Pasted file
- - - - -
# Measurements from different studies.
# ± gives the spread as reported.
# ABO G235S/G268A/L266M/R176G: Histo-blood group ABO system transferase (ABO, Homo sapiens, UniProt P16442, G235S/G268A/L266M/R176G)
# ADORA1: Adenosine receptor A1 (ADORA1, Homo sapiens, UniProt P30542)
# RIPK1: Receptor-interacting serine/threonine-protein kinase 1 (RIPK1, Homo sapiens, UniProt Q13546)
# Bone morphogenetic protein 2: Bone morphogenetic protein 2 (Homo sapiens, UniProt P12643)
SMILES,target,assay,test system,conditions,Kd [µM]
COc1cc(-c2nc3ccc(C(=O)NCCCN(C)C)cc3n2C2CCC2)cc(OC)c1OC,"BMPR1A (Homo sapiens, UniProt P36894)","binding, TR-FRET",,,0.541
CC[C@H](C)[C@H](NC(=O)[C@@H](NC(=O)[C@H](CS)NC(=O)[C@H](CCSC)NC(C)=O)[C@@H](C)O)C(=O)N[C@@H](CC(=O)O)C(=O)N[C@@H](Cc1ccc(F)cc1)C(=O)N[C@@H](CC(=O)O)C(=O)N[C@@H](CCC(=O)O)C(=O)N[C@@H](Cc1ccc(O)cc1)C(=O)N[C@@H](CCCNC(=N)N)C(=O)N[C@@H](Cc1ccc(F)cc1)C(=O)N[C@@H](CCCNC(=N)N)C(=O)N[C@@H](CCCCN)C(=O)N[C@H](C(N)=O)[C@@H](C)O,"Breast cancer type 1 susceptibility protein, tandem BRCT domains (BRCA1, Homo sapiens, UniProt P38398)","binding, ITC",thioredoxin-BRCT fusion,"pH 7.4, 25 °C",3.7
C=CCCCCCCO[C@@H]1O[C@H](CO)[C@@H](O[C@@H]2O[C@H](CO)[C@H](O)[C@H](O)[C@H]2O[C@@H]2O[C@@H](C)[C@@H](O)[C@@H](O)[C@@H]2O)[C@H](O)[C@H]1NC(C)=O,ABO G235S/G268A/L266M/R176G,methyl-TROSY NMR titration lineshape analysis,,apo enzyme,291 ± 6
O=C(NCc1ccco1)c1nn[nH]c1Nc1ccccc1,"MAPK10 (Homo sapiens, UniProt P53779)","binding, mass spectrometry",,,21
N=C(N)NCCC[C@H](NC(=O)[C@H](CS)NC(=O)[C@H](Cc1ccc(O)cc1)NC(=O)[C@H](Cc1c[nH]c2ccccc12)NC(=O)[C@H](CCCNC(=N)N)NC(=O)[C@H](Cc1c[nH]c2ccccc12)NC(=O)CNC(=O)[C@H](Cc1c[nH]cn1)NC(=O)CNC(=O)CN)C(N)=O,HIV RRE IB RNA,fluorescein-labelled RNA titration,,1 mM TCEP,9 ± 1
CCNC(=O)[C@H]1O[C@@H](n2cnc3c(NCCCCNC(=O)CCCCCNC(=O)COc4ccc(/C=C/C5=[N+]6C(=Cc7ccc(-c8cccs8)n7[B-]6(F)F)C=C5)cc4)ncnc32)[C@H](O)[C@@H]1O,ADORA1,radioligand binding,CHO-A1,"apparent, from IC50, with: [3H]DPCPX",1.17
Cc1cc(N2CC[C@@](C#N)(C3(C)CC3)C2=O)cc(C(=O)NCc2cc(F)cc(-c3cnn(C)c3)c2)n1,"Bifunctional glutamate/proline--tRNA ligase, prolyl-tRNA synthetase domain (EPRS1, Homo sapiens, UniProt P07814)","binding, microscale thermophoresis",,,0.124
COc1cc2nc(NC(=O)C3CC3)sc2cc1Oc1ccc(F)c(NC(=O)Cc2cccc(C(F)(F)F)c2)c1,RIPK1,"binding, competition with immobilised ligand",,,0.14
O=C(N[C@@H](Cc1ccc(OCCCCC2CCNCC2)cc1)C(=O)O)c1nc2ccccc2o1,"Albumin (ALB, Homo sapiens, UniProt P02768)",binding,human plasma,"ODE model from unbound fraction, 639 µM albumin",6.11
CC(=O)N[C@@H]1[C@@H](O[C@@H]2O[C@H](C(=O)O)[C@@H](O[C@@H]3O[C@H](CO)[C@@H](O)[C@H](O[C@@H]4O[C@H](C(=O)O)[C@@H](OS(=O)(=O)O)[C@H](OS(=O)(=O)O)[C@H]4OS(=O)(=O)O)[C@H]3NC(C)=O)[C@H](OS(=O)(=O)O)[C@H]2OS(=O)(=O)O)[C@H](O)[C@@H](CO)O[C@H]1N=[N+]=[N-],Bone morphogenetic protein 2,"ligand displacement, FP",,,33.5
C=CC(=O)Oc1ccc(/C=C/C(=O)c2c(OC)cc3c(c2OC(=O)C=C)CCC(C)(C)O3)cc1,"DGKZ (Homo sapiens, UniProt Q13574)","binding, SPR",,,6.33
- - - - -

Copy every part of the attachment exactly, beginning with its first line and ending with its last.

# Measurements from different studies.
# ± gives the spread as reported.
# ABO G235S/G268A/L266M/R176G: Histo-blood group ABO system transferase (ABO, Homo sapiens, UniProt P16442, G235S/G268A/L266M/R176G)
# ADORA1: Adenosine receptor A1 (ADORA1, Homo sapiens, UniProt P30542)
# RIPK1: Receptor-interacting serine/threonine-protein kinase 1 (RIPK1, Homo sapiens, UniProt Q13546)
# Bone morphogenetic protein 2: Bone morphogenetic protein 2 (Homo sapiens, UniProt P12643)
SMILES,target,assay,test system,conditions,Kd [µM]
COc1cc(-c2nc3ccc(C(=O)NCCCN(C)C)cc3n2C2CCC2)cc(OC)c1OC,"BMPR1A (Homo sapiens, UniProt P36894)","binding, TR-FRET",,,0.541
CC[C@H](C)[C@H](NC(=O)[C@@H](NC(=O)[C@H](CS)NC(=O)[C@H](CCSC)NC(C)=O)[C@@H](C)O)C(=O)N[C@@H](CC(=O)O)C(=O)N[C@@H](Cc1ccc(F)cc1)C(=O)N[C@@H](CC(=O)O)C(=O)N[C@@H](CCC(=O)O)C(=O)N[C@@H](Cc1ccc(O)cc1)C(=O)N[C@@H](CCCNC(=N)N)C(=O)N[C@@H](Cc1ccc(F)cc1)C(=O)N[C@@H](CCCNC(=N)N)C(=O)N[C@@H](CCCCN)C(=O)N[C@H](C(N)=O)[C@@H](C)O,"Breast cancer type 1 susceptibility protein, tandem BRCT domains (BRCA1, Homo sapiens, UniProt P38398)","binding, ITC",thioredoxin-BRCT fusion,"pH 7.4, 25 °C",3.7
C=CCCCCCCO[C@@H]1O[C@H](CO)[C@@H](O[C@@H]2O[C@H](CO)[C@H](O)[C@H](O)[C@H]2O[C@@H]2O[C@@H](C)[C@@H](O)[C@@H](O)[C@@H]2O)[C@H](O)[C@H]1NC(C)=O,ABO G235S/G268A/L266M/R176G,methyl-TROSY NMR titration lineshape analysis,,apo enzyme,291 ± 6
O=C(NCc1ccco1)c1nn[nH]c1Nc1ccccc1,"MAPK10 (Homo sapiens, UniProt P53779)","binding, mass spectrometry",,,21
N=C(N)NCCC[C@H](NC(=O)[C@H](CS)NC(=O)[C@H](Cc1ccc(O)cc1)NC(=O)[C@H](Cc1c[nH]c2ccccc12)NC(=O)[C@H](CCCNC(=N)N)NC(=O)[C@H](Cc1c[nH]c2ccccc12)NC(=O)CNC(=O)[C@H](Cc1c[nH]cn1)NC(=O)CNC(=O)CN)C(N)=O,HIV RRE IB RNA,fluorescein-labelled RNA titration,,1 mM TCEP,9 ± 1
CCNC(=O)[C@H]1O[C@@H](n2cnc3c(NCCCCNC(=O)CCCCCNC(=O)COc4ccc(/C=C/C5=[N+]6C(=Cc7ccc(-c8cccs8)n7[B-]6(F)F)C=C5)cc4)ncnc32)[C@H](O)[C@@H]1O,ADORA1,radioligand binding,CHO-A1,"apparent, from IC50, with: [3H]DPCPX",1.17
Cc1cc(N2CC[C@@](C#N)(C3(C)CC3)C2=O)cc(C(=O)NCc2cc(F)cc(-c3cnn(C)c3)c2)n1,"Bifunctional glutamate/proline--tRNA ligase, prolyl-tRNA synthetase domain (EPRS1, Homo sapiens, UniProt P07814)","binding, microscale thermophoresis",,,0.124
COc1cc2nc(NC(=O)C3CC3)sc2cc1Oc1ccc(F)c(NC(=O)Cc2cccc(C(F)(F)F)c2)c1,RIPK1,"binding, competition with immobilised ligand",,,0.14
O=C(N[C@@H](Cc1ccc(OCCCCC2CCNCC2)cc1)C(=O)O)c1nc2ccccc2o1,"Albumin (ALB, Homo sapiens, UniProt P02768)",binding,human plasma,"ODE model from unbound fraction, 639 µM albumin",6.11
CC(=O)N[C@@H]1[C@@H](O[C@@H]2O[C@H](C(=O)O)[C@@H](O[C@@H]3O[C@H](CO)[C@@H](O)[C@H](O[C@@H]4O[C@H](C(=O)O)[C@@H](OS(=O)(=O)O)[C@H](OS(=O)(=O)O)[C@H]4OS(=O)(=O)O)[C@H]3NC(C)=O)[C@H](OS(=O)(=O)O)[C@H]2OS(=O)(=O)O)[C@H](O)[C@@H](CO)O[C@H]1N=[N+]=[N-],Bone morphogenetic protein 2,"ligand displacement, FP",,,33.5
C=CC(=O)Oc1ccc(/C=C/C(=O)c2c(OC)cc3c(c2OC(=O)C=C)CCC(C)(C)O3)cc1,"DGKZ (Homo sapiens, UniProt Q13574)","binding, SPR",,,6.33